Following his speech at the UN, Prime Minister Binyamin Netanyahu reinforced his message to the American public, extending his trip to the US by a day to grant multiple media interviews.

Netanyahu, relentless in his criticism of the government in Iran, on Wednesday gave a background briefing to top US media executives, including the presidents of all major networks, before granting interviews to PBS’s Charlie Rose – who last month interviewed Syrian President Bashar Assad – NBC’s Andrea Mitchell and the Hispanic network Univision.

The decision to speak with Univision is part of Israel’s ongoing efforts to make inroads into the Hispanic community, the fastest growing ethnic group in the US with a population estimated at over 50 million.

Michael Oren, who ended his term on Monday as ambassador to the US, told The Jerusalem Post last month that whenever he traveled to communities with large Hispanic populations, he met with the Hispanic leadership, and he has done numerous interviews on Spanish-language television.

Israel’s challenge with that community, Oren said, was that “there are large parts... that don’t know us, or maybe what they do know is not accurate. We have to reach out.”

Netanyahu also met with former secretary of state Henry Kissinger and addressed Jewish leaders in New York. He has four broadcast interviews scheduled for Thursday before flying home.

At the UN General Assembly on Tuesday, Netanyahu demanded that Iran fully dismantle both its plutonium and its uranium enrichment programs, calling them unquestionably sinister, and he referred to Rouhani as a “wolf in sheep’s clothing.”

“Presidents of Iran have come and gone. Some presidents were considered moderates, others hard-liners.

But they have all served that same unforgiving creed, that same unforgiving regime,” Netanyahu declared. “President Rouhani, like the presidents who came before him, is a loyal servant of the regime.”

Netanyahu said that Israel would “stand alone” if it must in preventing Iran from acquiring nuclear weapons.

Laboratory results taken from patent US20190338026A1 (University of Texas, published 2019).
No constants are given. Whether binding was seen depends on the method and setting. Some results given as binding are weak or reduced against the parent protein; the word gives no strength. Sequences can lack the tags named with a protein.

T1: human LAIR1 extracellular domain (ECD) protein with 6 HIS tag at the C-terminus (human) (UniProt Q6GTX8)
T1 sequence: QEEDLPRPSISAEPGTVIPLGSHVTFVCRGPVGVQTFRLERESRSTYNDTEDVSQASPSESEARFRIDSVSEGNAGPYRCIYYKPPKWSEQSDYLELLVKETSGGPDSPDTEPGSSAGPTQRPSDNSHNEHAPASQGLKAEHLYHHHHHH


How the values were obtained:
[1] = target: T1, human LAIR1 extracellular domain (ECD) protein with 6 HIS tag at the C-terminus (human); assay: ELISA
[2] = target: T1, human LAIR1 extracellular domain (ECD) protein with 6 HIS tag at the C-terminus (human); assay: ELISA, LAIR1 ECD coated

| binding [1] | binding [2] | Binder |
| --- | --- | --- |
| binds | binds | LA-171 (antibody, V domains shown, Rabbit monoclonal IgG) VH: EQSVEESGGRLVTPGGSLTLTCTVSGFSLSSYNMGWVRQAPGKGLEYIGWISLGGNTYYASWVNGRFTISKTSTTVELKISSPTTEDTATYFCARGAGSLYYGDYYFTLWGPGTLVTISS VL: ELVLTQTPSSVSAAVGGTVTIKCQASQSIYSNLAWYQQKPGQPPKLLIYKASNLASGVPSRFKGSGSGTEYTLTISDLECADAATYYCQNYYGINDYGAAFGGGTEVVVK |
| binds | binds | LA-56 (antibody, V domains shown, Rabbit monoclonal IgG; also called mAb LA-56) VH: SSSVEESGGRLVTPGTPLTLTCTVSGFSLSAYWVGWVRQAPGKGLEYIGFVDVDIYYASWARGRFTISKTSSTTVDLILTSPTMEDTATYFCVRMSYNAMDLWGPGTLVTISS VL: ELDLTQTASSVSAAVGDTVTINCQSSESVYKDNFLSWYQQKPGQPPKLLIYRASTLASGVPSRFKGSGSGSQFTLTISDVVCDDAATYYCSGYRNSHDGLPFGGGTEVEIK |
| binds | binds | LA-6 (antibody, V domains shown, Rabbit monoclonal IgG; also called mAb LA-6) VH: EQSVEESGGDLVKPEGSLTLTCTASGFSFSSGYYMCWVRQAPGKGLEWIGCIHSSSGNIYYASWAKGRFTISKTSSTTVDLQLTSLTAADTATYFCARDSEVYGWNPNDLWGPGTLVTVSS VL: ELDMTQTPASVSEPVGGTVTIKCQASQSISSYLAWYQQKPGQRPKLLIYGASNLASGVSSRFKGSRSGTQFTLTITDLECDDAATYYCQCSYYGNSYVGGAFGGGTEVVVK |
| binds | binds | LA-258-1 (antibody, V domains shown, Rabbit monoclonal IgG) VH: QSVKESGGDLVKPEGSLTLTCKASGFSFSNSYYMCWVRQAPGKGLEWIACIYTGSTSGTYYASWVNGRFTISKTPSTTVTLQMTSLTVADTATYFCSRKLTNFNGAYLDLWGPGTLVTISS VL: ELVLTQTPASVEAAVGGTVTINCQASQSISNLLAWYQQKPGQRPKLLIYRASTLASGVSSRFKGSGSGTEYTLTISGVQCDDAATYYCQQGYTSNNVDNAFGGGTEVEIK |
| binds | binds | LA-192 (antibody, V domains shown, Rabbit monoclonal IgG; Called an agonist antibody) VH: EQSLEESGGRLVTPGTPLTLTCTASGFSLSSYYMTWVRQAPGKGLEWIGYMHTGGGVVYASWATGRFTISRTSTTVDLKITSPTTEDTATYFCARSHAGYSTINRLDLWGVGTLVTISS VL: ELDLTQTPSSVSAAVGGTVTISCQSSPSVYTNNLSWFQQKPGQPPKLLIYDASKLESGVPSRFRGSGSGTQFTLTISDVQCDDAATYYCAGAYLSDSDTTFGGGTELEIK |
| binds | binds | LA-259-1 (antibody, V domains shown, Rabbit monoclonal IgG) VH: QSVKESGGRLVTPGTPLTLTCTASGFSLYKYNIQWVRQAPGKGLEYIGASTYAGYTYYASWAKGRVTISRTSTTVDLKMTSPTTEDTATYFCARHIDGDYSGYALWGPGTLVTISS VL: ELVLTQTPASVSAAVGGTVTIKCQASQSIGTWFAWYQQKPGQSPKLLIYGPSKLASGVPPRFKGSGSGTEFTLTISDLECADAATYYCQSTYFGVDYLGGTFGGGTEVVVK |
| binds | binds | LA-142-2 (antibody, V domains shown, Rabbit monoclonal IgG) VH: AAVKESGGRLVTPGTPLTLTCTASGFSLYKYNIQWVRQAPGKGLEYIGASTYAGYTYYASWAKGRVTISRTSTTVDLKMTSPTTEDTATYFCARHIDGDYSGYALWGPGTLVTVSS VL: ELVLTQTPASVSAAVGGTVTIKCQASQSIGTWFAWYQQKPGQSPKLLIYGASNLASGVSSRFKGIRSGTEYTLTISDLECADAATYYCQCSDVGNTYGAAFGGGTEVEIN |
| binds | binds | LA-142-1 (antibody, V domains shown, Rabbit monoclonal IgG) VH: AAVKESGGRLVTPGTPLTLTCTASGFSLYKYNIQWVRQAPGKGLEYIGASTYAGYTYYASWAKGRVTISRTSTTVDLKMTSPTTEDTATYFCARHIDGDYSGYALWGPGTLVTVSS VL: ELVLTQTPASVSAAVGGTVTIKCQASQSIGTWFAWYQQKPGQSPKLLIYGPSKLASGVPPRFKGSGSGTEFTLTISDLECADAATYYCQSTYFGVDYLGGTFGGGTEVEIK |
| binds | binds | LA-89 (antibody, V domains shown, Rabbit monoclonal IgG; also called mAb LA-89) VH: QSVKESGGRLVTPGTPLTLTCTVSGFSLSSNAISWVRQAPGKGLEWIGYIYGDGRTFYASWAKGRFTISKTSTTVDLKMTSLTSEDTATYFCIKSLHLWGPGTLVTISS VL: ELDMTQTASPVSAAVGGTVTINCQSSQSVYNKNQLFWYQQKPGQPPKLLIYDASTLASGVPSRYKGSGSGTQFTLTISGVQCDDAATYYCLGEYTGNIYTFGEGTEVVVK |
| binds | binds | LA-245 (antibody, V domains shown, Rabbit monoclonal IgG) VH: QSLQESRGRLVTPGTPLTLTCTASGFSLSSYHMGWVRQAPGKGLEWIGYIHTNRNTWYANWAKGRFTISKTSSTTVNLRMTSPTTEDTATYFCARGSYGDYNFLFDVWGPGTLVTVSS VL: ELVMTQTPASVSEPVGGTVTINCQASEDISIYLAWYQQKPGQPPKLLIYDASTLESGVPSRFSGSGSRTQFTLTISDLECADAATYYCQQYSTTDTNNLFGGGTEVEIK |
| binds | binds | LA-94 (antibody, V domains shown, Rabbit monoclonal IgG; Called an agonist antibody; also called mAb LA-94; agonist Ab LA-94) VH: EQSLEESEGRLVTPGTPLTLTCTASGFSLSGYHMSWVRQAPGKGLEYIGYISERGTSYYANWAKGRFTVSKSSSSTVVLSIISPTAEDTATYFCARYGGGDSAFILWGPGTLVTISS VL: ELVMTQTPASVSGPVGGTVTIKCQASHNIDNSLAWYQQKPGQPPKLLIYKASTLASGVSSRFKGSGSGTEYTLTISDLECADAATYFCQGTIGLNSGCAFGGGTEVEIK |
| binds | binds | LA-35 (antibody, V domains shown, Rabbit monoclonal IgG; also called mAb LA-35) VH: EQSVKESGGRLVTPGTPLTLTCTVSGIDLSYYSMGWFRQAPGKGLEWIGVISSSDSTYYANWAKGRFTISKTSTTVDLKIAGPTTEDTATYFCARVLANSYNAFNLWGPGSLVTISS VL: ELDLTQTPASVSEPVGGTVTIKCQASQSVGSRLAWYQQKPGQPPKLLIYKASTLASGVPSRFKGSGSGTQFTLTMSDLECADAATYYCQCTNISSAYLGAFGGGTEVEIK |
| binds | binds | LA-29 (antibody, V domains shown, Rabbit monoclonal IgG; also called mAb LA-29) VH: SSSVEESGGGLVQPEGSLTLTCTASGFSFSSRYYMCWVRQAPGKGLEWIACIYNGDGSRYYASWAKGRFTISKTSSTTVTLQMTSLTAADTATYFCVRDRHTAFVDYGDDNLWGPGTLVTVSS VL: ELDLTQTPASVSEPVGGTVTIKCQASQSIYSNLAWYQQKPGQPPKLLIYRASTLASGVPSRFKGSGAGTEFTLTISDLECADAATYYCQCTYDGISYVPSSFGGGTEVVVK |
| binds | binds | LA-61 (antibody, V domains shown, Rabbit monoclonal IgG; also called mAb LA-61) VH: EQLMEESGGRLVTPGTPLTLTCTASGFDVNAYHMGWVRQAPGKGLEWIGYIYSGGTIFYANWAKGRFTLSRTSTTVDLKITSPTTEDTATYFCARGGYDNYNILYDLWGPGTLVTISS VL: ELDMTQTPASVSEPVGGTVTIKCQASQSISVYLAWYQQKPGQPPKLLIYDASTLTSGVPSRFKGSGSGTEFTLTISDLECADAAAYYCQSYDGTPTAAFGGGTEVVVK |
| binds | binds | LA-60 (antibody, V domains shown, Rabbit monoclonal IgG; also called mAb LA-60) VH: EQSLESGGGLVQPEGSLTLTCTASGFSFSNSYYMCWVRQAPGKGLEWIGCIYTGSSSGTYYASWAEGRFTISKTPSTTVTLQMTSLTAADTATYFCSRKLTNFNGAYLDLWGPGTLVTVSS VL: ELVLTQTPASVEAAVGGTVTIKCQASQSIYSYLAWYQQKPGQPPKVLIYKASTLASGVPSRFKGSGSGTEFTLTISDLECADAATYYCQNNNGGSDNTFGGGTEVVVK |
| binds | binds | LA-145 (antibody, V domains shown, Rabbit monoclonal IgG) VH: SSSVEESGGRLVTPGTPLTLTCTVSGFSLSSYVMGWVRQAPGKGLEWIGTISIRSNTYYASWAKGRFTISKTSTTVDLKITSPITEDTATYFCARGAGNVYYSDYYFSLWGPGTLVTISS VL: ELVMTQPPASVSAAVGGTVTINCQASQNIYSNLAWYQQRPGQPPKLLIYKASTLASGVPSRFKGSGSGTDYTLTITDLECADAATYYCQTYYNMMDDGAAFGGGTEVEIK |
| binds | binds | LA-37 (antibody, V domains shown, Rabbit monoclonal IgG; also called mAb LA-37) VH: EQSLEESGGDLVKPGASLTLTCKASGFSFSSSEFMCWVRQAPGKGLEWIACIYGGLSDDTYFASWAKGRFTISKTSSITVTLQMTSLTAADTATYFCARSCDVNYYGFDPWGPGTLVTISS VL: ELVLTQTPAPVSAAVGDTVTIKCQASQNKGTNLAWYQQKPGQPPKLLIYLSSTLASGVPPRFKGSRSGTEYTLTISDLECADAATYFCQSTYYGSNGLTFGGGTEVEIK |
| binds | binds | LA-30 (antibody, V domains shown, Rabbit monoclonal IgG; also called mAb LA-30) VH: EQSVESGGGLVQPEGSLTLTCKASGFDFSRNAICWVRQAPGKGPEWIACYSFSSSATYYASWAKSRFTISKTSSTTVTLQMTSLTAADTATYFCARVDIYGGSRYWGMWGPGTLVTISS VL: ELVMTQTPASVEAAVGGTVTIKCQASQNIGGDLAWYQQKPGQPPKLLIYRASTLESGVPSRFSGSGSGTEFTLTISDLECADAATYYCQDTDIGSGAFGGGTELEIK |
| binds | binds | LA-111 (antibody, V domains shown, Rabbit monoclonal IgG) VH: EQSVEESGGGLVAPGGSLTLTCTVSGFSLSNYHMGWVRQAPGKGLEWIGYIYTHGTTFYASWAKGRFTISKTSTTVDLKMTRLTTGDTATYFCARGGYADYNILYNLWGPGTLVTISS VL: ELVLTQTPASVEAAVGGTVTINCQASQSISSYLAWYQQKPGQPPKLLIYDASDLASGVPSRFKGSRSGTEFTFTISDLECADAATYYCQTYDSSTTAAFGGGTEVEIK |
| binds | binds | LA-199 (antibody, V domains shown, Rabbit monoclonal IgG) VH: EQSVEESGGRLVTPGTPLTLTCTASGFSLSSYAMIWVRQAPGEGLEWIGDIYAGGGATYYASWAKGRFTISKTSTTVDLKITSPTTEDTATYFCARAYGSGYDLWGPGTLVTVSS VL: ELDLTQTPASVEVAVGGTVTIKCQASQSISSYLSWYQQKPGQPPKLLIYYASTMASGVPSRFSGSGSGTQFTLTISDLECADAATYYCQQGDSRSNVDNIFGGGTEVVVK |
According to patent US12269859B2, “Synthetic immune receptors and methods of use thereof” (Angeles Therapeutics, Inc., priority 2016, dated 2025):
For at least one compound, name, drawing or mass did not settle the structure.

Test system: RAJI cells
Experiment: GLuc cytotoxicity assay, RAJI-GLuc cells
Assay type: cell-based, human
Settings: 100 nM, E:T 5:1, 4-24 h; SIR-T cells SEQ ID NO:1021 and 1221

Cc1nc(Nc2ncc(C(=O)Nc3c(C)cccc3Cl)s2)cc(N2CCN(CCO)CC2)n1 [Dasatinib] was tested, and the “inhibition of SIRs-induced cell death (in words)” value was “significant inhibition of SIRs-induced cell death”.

White House press secretary Jay Carney said US President Barack Obama sympathized with the Israeli leader, calling his skepticism of Rouhani – which dominated the speech – “entirely justifiable.”

“This is a country whose leadership, until recently, was pledging to annihilate Israel,” Carney said on Tuesday.

“Their skepticism is understandable. And we share with Israel and with Prime Minister Netanyahu the same goal and the same firm policy, which is, Iran cannot be allowed to have a nuclear weapon.”

But when asked about Netanyahu’s speech, in which the prime minister demanded a complete halt to all enrichment, State Department deputy spokeswoman Marie Harf made it clear that the US holds a different position.

“The president was clear when he spoke at UNGA, when he said... ultimately, they do have a right to a peaceful nuclear program,” Harf said.

Senior administration officials believe that Rouhani has come to the table not out of goodwill, but out of necessity: sanctions have taken a toll on Iran’s ability to function, and his election to the presidency – on a promise of sanctions relief – make sincere negotiations an imperative of his government.

A study published jointly by the Foundation for Defense of Democracies and Roubini Global Economics supports that theory, claiming that Iran’s government has unencumbered access to only $20 billion in foreign exchange reserves.

Such shallow support for the rial, Iran’s currency, puts its economy at risk of meltdown should a shock occur, prompted by further sanctions or another drop in oil exports.

Secretary of State John Kerry was in Japan on Wednesday, where a senior State Department official said he would discuss with his counterparts upcoming negotiations with Iran. Japan holds Iranian government accounts running in surplus, but they can only access the account to purchase non-sanctionable goods, such as humanitarian supplies.

Japan has slowly weaned itself off of Iranian oil since the international community began tightening sanctions in earnest in 2011.

The Obama administration has reserved the right to exempt companies in allied countries, such as Japan, from sanctioning, so long as they make a demonstrable effort to find other oil providers. But a bill out of the House of Representatives, now with language in the Senate, would close those loopholes and aim to drag Iranian exports effectively down to zero.

While Netanyahu, at the White House on Monday, called on Obama to tighten sanctions, senior administration officials say they oppose the elimination of these waivers, fearing such a policy will tie their hands as they enter diplomatic talks.

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